BMW 3 Series Hardcover book – Car’s history


This is the first volume of the book’s collection dedicated to classic cars of the BMW brand. In it you will find hundreds of original photographs of popular Series 3 compact sedans, coupes and wagons from the company’s advertising brochures published from the 60s to the 90s.
Thanks to special software using artificial intelligence technologies, it was possible to increase the resolution of scans in such a way that small details of bodies and interiors appeared in the photographs. The illustrations are accompanied by dozens of technical and historical facts.
The book will certainly be a great gift to all current, former and future owners of BMW, as well as to anyone who is not indifferent to the classic models of the company.

  • 02 Series
  • E21
  • E30

Format 160×210 mm, hardcover, spine rounding, ribbon, full colour printing, premium quality matte coated paper, 314 pages.

Categories: , Tag:


BMW 3 Series Hardcover book (fragment of the text)

In the 1960s, the Bavarian company BMW was on the verge of financial collapse. Fortunately, everything turned out well, and the success of the Neue Klasse line, the progenitor of a whole array of modern models, including the BMW 3 Series , played no small part in this.

BMW traces its history back to 1916 and originally specialized in manufacturing aircraft engines. After World War I, when Germany was forbidden to have its own aircraft industry, the company refocused on the production of various engines.

Over time, it also started producing motorcycles, and in 1928, after purchasing the automobile company Dixi, the first cars appeared in its product range. By the end of the 1930s, BMW was already offering buyers a wide variety of midrange cars and sports models.

After World War II, the company found itself in a difficult situation – the plant in Eisenach was in the Soviet occupation zone and the main factory in Munich had been destroyed by Allied aircraft.

It was possible to restore motorcycle production only in 1948, and the first post-war BMW 501 made its debut at the Frankfurt motor show in autumn 1951. Betting on big prestige models had been a mistake, as there was very little demand for them in war-torn Europe.

To correct marketing miscalculations and cope with the crisis, the company’s management decided to switch to producing small cars and microcars. To implement the new plans, a license was purchased in 1955 to produce the Italian Isetta microcar, and production started in 1959 of a compact BMW 700 coupe with an elegant body by Italian designer Giovanni Michelotti.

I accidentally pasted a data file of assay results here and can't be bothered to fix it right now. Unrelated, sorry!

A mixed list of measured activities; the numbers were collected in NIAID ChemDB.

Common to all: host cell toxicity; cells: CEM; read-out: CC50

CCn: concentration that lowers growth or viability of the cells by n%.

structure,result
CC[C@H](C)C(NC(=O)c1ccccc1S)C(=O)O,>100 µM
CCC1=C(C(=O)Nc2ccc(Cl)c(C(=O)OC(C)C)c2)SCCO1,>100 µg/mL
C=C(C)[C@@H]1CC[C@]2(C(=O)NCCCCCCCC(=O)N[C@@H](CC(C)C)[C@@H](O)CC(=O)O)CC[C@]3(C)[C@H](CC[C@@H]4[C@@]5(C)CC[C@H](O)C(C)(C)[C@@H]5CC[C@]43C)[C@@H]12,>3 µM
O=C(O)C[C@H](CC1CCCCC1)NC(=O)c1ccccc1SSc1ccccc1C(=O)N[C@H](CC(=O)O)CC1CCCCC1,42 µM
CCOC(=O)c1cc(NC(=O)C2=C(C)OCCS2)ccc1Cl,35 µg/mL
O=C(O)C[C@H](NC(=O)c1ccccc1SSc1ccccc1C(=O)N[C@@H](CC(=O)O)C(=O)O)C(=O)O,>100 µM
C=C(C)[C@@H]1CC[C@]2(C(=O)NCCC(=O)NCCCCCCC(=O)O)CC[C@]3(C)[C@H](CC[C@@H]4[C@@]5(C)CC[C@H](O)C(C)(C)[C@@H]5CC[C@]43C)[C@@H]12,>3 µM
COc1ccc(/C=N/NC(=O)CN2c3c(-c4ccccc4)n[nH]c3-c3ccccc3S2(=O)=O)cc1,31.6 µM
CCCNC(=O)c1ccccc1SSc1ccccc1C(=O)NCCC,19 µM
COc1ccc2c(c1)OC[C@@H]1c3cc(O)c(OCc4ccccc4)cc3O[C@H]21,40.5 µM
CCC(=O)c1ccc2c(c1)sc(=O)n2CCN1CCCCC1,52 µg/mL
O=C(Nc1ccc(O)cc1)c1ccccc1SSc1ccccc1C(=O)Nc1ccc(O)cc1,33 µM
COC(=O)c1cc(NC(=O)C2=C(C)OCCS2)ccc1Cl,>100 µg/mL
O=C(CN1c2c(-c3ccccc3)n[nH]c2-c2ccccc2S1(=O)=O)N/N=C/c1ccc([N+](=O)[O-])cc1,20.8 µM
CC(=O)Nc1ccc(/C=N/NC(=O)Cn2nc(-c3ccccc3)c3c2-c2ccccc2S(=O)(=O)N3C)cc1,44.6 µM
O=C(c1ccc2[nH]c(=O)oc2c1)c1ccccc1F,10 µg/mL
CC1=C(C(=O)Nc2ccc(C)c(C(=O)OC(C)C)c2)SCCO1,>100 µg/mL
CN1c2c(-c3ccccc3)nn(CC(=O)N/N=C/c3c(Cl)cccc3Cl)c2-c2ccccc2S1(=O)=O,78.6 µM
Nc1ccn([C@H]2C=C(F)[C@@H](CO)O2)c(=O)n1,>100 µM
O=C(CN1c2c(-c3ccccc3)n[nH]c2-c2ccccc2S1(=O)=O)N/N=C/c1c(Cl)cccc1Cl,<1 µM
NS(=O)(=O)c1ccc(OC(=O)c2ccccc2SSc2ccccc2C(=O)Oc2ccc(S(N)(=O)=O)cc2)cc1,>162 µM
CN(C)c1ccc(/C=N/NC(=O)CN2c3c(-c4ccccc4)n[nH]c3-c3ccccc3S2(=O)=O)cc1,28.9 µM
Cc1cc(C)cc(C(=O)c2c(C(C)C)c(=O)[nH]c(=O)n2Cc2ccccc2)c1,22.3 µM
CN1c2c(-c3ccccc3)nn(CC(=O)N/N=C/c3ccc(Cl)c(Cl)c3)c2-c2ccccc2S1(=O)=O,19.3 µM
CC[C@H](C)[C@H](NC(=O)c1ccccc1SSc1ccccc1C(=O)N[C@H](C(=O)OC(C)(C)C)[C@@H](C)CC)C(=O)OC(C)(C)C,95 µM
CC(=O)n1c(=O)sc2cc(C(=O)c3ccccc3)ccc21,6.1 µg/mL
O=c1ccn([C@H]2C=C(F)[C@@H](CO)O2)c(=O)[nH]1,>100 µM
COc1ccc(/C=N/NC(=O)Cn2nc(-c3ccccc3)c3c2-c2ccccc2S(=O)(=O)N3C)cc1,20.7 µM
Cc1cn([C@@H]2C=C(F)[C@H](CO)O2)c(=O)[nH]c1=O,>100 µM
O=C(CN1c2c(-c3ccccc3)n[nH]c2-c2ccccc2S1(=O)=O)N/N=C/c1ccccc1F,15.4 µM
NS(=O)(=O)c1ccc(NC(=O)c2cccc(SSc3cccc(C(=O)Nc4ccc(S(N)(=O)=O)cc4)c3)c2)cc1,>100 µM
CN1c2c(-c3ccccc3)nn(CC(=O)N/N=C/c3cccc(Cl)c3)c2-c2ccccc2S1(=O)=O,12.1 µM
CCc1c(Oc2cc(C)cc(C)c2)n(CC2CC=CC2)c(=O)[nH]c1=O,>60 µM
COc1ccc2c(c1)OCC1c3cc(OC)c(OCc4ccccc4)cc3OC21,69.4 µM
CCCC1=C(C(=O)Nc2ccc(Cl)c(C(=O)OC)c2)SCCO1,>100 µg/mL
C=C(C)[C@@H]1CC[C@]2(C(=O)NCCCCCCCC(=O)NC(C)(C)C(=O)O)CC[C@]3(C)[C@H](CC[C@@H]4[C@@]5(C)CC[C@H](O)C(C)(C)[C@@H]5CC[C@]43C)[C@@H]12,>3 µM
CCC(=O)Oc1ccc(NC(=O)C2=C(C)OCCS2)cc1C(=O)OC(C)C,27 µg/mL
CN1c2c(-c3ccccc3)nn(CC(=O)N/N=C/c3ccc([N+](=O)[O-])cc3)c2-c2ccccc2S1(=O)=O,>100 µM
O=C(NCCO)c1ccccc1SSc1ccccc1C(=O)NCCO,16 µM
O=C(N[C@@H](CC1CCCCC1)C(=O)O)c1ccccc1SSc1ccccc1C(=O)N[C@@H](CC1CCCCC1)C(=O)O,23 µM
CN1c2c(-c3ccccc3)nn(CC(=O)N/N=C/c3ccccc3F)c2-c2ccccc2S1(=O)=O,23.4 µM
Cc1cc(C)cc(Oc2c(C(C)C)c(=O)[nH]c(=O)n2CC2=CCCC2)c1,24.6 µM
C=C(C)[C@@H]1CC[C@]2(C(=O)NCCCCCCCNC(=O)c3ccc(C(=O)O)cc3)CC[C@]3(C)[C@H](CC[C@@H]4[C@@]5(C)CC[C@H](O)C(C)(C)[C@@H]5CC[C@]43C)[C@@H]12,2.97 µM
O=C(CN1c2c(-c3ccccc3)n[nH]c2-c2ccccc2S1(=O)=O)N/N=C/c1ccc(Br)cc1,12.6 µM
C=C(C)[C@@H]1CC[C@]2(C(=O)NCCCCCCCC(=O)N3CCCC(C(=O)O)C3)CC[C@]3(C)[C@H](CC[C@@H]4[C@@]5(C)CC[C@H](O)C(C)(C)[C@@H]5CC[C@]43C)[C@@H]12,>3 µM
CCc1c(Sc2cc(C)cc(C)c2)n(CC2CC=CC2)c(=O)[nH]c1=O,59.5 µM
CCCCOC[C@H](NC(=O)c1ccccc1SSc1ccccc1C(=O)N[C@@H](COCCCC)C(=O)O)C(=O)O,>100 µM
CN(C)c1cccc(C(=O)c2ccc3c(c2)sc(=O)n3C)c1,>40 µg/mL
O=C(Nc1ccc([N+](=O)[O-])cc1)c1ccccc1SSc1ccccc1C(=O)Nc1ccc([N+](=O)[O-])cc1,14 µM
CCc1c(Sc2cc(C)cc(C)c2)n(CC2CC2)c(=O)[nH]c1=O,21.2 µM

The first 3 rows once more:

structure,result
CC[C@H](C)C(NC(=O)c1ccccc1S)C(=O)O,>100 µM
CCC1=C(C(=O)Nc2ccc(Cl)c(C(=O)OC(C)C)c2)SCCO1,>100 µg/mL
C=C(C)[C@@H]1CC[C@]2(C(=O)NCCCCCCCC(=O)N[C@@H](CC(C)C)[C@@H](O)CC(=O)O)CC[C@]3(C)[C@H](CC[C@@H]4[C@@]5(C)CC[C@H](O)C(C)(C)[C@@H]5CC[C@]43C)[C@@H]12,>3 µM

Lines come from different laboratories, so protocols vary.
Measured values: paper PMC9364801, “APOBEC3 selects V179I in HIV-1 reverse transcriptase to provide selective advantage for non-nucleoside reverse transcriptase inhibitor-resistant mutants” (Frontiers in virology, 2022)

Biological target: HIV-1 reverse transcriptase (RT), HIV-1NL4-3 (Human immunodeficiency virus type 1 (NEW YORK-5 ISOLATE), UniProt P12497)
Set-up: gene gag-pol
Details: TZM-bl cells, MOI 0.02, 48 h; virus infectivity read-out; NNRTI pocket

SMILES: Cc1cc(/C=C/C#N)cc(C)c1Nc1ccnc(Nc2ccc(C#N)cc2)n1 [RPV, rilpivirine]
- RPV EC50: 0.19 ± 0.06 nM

In the late 1950s, businessman Herbert Quandt gained control of the company, which helped save BMW from being taken over by Daimler-Benz. Under Quandt’s leadership, a completely new line of mid-class cars appeared in the model range, which was called the Neue Klasse (New Class).

Preparing for their assembly required serious investment in the creation of high-tech production facilities. These investments included constructing a new production facility at the Munich factory and hiring some 3,000 skilled workers.

BMW also implemented a multi-stage quality control system. The new car played a significant role in the history of BMW. First, the model’s commercial success helped the company get out of financial crisis. Between 1960 and 1970, BMW car sales tripled and revenue increased more than sevenfold. Secondly, the Neue Klasse became the basis for the subsequent creation of the 3rd and 5th series cars, and the stylish version with a coupe body that debuted in 1965 became the prototype of the brand’s future sports models.

The Neue Klasse project was headed by the company’s lead designer, Fritz Fiedler. The new car debuted at the Frankfurt motor show in 1961, and mass production started in February 1962.

The first representative of the line was the BMW 1500 sedan. Unlike the brand’s executive sedans with a “baroque” design, the new one had laconic and elegant forms created by chief designer Wilhelm Hofmeister. By the way, the characteristic kink in the rear body pillar appeared on this new model, named the “Hofmeister kink” in honor of its creator.

The BMW 1500 was a classic representative of midclass cars. Model dimensions: 4,500/1,710/1,450 mm. The wheelbase was 2,550 mm. With these parameters, it was comparable to the Opel Rekord and Ford Taunus. The sedan weighed 1,060 kg, and the gross weight with passengers and luggage reached 1,450 kg.

Read the continuation of BMW 3 Series story in the book.

Other books about history of BMW:

BMW 7 Series

BMW E24 & E9

BMW E34 & E39